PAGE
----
“It feels a little fast, doesn’t it?” Sophie wonders at the start of The L Word: Generation Q’s season two finale. Her observation could be correctly applied to the majority of storylines in this episode, but especially the one she says it about. “Last Call” opens with an intervention—a failed intervention to be exact, and not just in the sense that it does not result in any meaningful action, realization, or change for the person on the receiving end of it. It’s a failed intervention in the sense that Generation Q has not done the work to get to this point, making it all fall flat. It’s an excellent portrayal of how not to do an intervention, but that does not seem to be the narrative intent at all.
As far as we know, Finley has never set foot in a meeting. She has made vague references to the fact that she got sober when she went back home between seasons, but it’s unclear what any of her thought process or motivations were there. Why did she get sober? How does she view her relationship with alcohol? Why did she start drinking again? By not exploring any of this backstory or really digging deeply into Finley’s relationship with alcohol, Generation Q loses nuance and stakes. The writing around Finley’s alcoholism has been very rapid and heavy-handed. We learn in “Last Call” that Finley is now discreetly drinking during the day, which seems like new information entirely and yet is presented as if this has been the case for a while. Also jumping directly to an intervention and the proposal that she go to rehab is such a bizarre leap. These characters do not seem to understand how addiction or interventions work—which is particularly surprising for Micah given his profession and for Tess, who is an alcoholic in recovery herself. So what that then indicates is that these characters don’t really know how addiction and interventions work because the writers do not. Or the writers are trying to simplify and distill the conflict of this arc for the sake of dramatic television. Either way, the writing is weak.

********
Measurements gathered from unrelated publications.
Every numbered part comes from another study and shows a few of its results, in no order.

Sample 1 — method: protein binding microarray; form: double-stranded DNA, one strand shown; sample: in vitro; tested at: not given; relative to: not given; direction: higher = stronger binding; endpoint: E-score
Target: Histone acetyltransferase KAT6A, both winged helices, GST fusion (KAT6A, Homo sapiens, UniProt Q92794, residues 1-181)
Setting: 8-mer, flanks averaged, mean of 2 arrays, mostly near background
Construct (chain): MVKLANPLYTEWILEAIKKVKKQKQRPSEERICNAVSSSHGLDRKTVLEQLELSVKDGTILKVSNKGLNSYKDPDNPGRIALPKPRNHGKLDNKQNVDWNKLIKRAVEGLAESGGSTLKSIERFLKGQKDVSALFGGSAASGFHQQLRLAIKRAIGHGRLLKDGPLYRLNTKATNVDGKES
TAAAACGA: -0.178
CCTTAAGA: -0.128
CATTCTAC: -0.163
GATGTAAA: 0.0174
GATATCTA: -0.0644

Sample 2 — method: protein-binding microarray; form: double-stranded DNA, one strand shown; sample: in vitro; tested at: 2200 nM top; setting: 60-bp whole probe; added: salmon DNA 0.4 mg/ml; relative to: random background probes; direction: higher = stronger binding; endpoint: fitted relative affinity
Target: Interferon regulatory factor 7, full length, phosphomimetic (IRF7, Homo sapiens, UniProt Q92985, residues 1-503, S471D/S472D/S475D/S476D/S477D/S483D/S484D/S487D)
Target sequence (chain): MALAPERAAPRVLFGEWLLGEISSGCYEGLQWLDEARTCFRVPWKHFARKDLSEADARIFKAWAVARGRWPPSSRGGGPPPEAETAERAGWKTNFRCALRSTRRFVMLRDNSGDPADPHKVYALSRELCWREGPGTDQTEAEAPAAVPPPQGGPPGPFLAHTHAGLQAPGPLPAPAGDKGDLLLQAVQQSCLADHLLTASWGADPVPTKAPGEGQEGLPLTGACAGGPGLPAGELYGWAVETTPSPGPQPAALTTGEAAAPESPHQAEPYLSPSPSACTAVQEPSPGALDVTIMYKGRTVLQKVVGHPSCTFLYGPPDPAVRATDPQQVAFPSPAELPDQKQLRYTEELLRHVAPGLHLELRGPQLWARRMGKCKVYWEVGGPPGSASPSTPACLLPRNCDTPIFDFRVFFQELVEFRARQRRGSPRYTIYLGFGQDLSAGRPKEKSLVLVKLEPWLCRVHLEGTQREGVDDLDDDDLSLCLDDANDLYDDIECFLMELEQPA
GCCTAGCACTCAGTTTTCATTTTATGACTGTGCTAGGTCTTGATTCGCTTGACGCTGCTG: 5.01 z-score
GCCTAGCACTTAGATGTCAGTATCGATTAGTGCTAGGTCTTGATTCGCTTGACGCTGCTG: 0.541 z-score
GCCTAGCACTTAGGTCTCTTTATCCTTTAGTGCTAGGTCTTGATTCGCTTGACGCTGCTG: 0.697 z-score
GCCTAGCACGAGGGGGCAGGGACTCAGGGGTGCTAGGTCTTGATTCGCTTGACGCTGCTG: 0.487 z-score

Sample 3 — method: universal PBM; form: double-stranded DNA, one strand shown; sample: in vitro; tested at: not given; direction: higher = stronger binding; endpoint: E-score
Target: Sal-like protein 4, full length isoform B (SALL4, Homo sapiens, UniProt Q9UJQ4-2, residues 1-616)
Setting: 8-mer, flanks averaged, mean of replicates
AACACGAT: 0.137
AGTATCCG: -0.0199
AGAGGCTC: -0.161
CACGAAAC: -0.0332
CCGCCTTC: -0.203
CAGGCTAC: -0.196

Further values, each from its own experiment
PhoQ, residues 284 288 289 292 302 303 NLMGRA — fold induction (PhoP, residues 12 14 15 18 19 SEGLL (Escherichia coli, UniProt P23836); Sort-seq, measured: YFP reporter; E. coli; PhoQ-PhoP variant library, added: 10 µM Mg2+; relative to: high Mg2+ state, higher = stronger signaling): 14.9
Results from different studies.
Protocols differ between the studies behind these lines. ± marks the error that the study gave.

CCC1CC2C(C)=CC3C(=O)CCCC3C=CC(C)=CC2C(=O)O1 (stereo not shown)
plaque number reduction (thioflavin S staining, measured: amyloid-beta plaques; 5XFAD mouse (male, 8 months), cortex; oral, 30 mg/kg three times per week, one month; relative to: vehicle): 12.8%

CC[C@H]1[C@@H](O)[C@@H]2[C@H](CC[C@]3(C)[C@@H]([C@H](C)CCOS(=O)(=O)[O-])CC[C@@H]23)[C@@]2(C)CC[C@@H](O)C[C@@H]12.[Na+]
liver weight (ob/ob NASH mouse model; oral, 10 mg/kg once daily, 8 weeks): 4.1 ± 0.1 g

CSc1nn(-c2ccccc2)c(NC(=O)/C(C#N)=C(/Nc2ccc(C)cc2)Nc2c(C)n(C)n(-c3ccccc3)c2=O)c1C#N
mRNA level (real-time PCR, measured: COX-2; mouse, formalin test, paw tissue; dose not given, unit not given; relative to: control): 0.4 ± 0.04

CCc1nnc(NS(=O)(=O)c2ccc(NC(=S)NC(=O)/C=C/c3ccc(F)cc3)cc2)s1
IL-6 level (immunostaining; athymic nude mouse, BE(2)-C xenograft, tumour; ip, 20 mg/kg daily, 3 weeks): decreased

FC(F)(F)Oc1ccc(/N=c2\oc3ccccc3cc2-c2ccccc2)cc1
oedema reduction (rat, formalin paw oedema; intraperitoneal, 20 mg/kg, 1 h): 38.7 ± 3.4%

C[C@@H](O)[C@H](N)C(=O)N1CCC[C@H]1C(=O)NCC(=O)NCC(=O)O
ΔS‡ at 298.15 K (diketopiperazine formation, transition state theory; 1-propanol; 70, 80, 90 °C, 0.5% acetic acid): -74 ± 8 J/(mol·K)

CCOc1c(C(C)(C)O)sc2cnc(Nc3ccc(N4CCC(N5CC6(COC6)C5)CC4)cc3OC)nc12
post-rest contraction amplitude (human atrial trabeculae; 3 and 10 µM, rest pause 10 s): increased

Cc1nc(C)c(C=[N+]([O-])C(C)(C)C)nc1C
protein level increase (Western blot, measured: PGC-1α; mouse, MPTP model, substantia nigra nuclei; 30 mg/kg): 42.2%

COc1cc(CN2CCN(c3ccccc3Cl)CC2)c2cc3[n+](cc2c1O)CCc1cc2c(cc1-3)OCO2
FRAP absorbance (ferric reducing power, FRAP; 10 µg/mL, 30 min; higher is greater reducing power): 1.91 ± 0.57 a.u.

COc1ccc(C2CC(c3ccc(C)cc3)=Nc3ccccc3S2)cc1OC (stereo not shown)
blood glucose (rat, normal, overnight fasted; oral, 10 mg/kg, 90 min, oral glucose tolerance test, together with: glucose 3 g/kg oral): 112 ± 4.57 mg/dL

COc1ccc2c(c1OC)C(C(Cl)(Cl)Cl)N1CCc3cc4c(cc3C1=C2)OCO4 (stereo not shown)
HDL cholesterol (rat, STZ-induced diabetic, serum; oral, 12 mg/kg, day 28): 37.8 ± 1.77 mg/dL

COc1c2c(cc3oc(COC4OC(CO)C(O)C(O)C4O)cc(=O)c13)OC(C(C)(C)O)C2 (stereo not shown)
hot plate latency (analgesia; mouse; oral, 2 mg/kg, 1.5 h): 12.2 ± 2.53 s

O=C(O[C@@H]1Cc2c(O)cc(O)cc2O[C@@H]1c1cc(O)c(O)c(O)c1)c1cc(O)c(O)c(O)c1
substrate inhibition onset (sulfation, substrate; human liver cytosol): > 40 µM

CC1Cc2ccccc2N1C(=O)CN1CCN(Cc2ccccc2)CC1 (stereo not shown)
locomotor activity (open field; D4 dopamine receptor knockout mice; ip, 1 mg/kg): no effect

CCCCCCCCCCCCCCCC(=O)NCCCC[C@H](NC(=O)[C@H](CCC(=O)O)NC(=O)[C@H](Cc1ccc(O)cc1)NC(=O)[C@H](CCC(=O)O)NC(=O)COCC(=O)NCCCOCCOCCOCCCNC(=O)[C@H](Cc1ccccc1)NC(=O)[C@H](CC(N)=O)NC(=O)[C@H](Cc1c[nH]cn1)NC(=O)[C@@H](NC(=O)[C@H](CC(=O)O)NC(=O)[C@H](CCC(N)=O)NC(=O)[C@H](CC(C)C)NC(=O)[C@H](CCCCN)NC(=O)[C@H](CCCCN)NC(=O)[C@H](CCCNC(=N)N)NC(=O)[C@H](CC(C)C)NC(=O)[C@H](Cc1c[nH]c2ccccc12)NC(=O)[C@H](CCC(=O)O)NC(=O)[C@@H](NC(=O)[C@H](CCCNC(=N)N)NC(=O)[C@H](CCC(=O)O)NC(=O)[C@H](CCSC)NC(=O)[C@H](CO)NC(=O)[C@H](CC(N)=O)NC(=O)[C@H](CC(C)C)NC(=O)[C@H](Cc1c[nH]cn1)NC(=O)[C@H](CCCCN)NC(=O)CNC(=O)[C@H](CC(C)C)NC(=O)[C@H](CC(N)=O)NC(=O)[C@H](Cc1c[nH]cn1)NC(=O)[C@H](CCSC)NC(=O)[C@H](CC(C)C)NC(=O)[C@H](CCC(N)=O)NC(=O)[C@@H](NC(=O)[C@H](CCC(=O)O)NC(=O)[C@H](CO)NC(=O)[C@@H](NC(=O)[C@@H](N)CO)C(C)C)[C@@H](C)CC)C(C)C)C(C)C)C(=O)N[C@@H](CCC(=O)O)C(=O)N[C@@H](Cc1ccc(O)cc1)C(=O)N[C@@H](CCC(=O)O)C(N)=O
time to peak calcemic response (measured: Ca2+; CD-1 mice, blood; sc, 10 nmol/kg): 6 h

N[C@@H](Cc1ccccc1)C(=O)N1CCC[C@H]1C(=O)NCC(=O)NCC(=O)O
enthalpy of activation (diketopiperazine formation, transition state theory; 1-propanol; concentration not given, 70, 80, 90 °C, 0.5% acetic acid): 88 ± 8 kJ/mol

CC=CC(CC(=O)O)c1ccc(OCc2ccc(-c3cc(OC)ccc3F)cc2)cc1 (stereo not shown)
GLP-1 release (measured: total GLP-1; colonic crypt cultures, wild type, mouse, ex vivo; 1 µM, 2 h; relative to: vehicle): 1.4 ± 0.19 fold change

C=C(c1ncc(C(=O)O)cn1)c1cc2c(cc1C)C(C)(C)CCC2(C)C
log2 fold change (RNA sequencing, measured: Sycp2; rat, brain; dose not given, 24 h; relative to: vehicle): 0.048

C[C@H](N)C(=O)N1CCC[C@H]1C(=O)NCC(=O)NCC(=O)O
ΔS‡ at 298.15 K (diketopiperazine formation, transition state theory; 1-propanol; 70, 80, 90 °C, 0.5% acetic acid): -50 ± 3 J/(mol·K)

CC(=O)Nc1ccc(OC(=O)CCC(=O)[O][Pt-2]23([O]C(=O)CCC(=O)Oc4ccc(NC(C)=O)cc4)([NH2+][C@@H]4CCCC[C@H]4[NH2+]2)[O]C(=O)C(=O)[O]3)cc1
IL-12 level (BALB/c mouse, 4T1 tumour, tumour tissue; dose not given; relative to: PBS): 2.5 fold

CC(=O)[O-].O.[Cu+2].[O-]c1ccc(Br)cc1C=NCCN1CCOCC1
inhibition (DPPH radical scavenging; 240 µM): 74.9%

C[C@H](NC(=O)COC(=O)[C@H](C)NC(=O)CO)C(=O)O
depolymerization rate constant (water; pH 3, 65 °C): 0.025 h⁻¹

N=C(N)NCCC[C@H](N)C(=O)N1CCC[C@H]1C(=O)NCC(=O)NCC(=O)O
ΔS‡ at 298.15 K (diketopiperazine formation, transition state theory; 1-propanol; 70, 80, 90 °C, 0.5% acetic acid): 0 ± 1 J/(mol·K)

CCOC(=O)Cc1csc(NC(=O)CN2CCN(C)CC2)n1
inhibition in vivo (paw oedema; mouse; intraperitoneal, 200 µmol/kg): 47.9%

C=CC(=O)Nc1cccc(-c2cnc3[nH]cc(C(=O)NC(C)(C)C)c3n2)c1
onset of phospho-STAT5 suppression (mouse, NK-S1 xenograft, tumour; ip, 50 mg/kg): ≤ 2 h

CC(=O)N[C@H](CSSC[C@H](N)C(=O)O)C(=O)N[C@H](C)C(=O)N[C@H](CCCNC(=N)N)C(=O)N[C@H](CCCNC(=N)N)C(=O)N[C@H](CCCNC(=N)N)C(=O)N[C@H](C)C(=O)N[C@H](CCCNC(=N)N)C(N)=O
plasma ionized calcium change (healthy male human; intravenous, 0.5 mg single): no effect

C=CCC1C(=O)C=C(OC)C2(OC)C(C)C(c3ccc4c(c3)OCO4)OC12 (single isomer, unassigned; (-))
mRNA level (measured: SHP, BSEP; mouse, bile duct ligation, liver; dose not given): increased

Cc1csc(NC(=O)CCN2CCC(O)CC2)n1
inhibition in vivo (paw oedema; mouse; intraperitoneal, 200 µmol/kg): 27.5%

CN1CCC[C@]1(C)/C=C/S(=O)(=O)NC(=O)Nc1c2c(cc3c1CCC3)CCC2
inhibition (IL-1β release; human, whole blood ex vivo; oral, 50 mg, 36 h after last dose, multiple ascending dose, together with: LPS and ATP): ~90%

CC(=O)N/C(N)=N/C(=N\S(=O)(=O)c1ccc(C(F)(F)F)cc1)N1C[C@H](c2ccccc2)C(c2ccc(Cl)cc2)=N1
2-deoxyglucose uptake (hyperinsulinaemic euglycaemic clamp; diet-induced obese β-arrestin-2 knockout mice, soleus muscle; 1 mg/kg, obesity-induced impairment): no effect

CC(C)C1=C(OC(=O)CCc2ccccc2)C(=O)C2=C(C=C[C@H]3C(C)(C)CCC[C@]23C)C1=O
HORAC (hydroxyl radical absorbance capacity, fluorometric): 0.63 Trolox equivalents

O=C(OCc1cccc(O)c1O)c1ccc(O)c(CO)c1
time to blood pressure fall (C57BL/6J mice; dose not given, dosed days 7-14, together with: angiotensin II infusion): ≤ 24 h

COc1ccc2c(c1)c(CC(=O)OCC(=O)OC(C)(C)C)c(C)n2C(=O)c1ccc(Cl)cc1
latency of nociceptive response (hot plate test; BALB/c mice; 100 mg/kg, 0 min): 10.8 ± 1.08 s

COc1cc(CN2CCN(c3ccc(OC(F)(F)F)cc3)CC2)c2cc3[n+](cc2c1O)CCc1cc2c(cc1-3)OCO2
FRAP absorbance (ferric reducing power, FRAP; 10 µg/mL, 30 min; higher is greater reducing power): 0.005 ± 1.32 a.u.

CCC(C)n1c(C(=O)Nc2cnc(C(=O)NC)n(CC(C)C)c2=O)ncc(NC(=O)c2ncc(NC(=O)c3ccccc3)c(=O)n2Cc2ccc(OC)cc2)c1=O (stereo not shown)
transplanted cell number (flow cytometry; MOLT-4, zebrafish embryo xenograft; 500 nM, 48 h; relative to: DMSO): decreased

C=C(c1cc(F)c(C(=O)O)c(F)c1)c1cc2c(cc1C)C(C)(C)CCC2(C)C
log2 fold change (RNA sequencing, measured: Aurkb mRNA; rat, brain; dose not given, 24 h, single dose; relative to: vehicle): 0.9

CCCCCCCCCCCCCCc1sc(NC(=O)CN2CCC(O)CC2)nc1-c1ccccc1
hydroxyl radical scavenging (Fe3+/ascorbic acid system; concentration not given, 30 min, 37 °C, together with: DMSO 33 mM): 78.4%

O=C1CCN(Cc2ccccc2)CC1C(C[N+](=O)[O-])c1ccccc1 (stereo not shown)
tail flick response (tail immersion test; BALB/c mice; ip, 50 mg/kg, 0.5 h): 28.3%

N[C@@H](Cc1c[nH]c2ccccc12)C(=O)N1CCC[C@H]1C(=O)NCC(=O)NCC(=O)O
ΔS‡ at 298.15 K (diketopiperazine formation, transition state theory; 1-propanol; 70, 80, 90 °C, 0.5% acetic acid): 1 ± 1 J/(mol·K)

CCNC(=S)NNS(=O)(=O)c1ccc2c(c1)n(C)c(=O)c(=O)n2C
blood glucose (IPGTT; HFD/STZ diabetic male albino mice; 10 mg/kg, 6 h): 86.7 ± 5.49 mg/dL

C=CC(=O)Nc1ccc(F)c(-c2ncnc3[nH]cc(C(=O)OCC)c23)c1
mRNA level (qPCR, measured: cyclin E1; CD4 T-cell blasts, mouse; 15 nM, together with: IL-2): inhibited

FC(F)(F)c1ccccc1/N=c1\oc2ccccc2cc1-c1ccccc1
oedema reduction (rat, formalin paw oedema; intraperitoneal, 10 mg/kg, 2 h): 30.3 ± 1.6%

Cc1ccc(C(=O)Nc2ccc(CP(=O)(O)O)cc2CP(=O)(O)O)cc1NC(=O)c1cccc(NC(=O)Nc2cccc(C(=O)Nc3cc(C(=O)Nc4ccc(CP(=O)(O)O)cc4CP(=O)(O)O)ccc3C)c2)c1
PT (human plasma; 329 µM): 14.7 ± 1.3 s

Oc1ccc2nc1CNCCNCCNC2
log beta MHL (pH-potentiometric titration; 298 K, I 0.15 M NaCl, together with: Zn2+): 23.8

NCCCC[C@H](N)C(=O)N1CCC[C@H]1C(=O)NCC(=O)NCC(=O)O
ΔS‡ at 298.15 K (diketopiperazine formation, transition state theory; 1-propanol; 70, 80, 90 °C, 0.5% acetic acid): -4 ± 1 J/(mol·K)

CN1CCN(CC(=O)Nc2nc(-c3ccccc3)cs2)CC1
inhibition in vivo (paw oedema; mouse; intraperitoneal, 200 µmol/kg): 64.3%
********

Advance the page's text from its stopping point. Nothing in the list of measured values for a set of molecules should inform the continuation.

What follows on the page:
The most interesting bit of dialogue here is Finley saying she just drinks like someone in her twenties. Excessive alcohol consumption is indeed extremely normalized, and addition is misunderstood or obscured as a result. Here, Generation Q hints at a deeper, more layered, and specific story about alcohol and addiction, Finley’s denial stemming from cultural expectations and assumptions about what alcoholism is and isn’t. But instead of following this thread, Shane merely says “don’t do that,” and we just blow past it. The mere conceit of this intervention is dubious, but it especially lacks weight because it’s so devoid of specifics. The characters hint at Finley’s problems and behaviors without providing a lot of concrete details and without discussing how this impacts them.
Later, inexplicably in the middle of a sex scene, Tess tells Shane that she thinks they should fire Finley because they’re enabling her drinking. We’ve indeed seen Finley drinking on the job, but it’s yet another place where not enough work has been done to build to this choice. It’s just a plot detail rather than being rooted in significant and convincing character work. In this same scene, Tess also tells Shane she has to move to Vegas to take care of her sick mother, saying they could do long distance or Shane could move to be with her. Again, everything is moving oddly fast! Shane and Tess just started dating, and asking Shane to move with her without any real conversation about what that would mean for the bar or Shane’s life is such a wild jump. This sparks the central conflict for Shane and Tess in the episode, which just unfolds so quickly and without enough emotional work that it’s difficult to invest in any of it. Shane tells Tess she has roots in LA, and Tess walks away, sad that this is the end. What happened to the long distance suggestion? Why does it seem like Tess is moving tomorrow when this is the first time she has brought it up? Did she really expect Shane to sell the bar?